Unsolved crimes locked away in dusty file cabinets. Time is an ineffectual balm. Painful memories are left to a victim's loved ones. What happens when a killer gets away with murder? Thanks... See full summary »
Series follows Columbia University's Michael Stone as he searches for the roots of evil in human beings by exploring acts committed by infamous criminals and ordinary people which he rates on his "scale of evil".
What would you do if you were confronted with death? What gives someone the strength to survive? Is it luck, chance, instinct? I Survived allows survivors to explain, in their own words, ... See full summary »
A Good Show & An Excellent Episode (Terror At The Morgue)
Well, my first impression of this show is a good one. However, I picked out an episode that sounded very interesting.Whether other episodes match up to this, I will find out. Suffice to say, I was impressed.
The people connected with this episode did a very thorough job of presenting all sides to the story, and a good profile of key people before, during and after this case. Correspondent Troy Roberts heads the media investigation, and does a great job staying neutral and asking tough questions to parties on both sides.
The case is a strange one, to say the least. A veteran medical examiner in Memphis, Tenn., is found one night locked to metal bars outside a alleyway next to the ME Building. He is in a crucifixion position with his arms padlocked to the metal and barbed wire around his forehead, mouth, ankles and maybe a few other places. Strapped to his chest is a bomb! Police rescued the man, and he was in good shape in a few days. That's only the beginning of this bizarre case, many details of which I would rather not discuss in case you see this episode. It was aired on CBS in April of 2005 and is seen on cable network these days a rerun, of course.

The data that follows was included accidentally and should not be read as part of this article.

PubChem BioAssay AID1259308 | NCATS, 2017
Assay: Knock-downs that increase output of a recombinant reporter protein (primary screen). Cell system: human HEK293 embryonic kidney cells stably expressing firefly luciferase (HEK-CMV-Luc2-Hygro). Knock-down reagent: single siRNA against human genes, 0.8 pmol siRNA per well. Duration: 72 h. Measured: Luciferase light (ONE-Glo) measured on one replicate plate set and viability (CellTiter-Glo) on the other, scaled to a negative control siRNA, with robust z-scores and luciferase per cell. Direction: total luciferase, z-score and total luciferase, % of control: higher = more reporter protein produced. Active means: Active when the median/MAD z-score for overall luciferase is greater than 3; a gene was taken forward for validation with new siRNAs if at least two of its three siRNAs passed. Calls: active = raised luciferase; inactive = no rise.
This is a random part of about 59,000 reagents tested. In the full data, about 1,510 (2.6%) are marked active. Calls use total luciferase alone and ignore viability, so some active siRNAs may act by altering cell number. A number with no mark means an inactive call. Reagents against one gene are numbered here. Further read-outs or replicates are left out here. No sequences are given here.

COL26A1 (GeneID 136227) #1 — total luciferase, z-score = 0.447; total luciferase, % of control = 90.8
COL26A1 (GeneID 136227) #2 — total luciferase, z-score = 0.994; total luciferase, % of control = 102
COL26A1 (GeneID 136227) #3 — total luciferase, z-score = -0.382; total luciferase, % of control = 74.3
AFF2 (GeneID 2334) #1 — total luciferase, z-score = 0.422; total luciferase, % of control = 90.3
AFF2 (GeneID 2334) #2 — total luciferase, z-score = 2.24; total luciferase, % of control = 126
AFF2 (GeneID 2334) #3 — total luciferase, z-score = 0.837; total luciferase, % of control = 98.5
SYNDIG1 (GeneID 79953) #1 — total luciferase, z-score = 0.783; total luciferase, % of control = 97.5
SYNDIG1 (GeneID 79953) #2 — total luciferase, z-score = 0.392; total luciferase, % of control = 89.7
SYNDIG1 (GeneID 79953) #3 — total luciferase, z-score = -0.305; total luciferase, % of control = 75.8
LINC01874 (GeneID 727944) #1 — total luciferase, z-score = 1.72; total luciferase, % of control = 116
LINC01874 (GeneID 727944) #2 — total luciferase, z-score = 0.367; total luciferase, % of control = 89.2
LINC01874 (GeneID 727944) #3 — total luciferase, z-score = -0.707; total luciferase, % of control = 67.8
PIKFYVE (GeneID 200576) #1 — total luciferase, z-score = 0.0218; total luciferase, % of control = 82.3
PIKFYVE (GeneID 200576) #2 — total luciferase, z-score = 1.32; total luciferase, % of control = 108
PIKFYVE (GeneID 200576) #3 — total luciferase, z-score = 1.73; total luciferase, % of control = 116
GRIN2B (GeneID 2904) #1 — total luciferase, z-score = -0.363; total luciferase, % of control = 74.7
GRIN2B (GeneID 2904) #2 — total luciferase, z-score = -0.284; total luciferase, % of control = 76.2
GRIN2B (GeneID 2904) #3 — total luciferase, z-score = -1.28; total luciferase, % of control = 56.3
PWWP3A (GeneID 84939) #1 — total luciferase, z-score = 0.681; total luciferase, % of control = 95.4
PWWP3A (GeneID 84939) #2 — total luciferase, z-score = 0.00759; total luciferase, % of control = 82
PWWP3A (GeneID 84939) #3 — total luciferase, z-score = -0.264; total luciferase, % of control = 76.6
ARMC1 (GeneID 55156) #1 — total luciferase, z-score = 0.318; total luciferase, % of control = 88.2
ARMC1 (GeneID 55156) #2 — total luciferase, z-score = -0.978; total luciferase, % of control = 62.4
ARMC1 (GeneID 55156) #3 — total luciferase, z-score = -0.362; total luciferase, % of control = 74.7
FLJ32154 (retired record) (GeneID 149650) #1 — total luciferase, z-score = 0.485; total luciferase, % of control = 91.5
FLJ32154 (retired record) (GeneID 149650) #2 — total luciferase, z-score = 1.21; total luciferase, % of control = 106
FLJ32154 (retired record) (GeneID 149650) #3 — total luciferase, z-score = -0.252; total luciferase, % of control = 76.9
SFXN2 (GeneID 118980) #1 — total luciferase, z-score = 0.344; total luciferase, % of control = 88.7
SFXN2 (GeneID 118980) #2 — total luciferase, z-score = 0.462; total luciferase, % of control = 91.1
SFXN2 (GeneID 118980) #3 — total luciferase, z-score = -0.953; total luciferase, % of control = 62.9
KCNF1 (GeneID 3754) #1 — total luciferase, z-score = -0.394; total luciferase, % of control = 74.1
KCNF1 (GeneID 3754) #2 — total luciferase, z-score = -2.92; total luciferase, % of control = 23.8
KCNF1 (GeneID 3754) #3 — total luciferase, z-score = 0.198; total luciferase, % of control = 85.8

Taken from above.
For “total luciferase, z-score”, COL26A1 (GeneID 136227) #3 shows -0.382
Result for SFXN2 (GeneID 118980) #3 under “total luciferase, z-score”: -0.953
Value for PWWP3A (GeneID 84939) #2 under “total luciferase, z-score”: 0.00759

I can't write this review, however, without mentioning the real "killer" part of this story, which is why I attached spoilers. The medical examiner, Dr. O.C. Smith, a man well-known and respected in the Memphis community for all his work over the years, winds up looking like he did all of this himself! Dr. Smith blames it on a death-row prisoner, whom he says had people work on the outside to do this for revenge. (Smith had testified in a recent parole hearing and eliminating all chance of the suspect getting out of the prison. The suspect. Philip Workman, says this is all baloney.)
After 16 months of investigation, the cops conclude it IS baloney and that Smith did this to himself.....all for attention. Smith, they contend, has Factitious Disorder, a condition that makes people crave attention. The Tawana Brawley case is given as an example of this. The prosecution also demonstrates how Smith could have put himself up on that metal. They explain why they got suspicious of Dr. Smith, in the first place. It's all very intriguing.
We are then privy to the trial of Mr. Smith, comments from both the prosecutor and the defense attorney and from several members of the jury. Some of their comments, and Mr. Smith's views throughout the episode, are amazing.
When this program was over, all I could do was shake my head in astonishment. I'll make sure I watch other episodes of this program, too. It looks like a good one. I'm sorry the IMDb doesn't list individual episodes.
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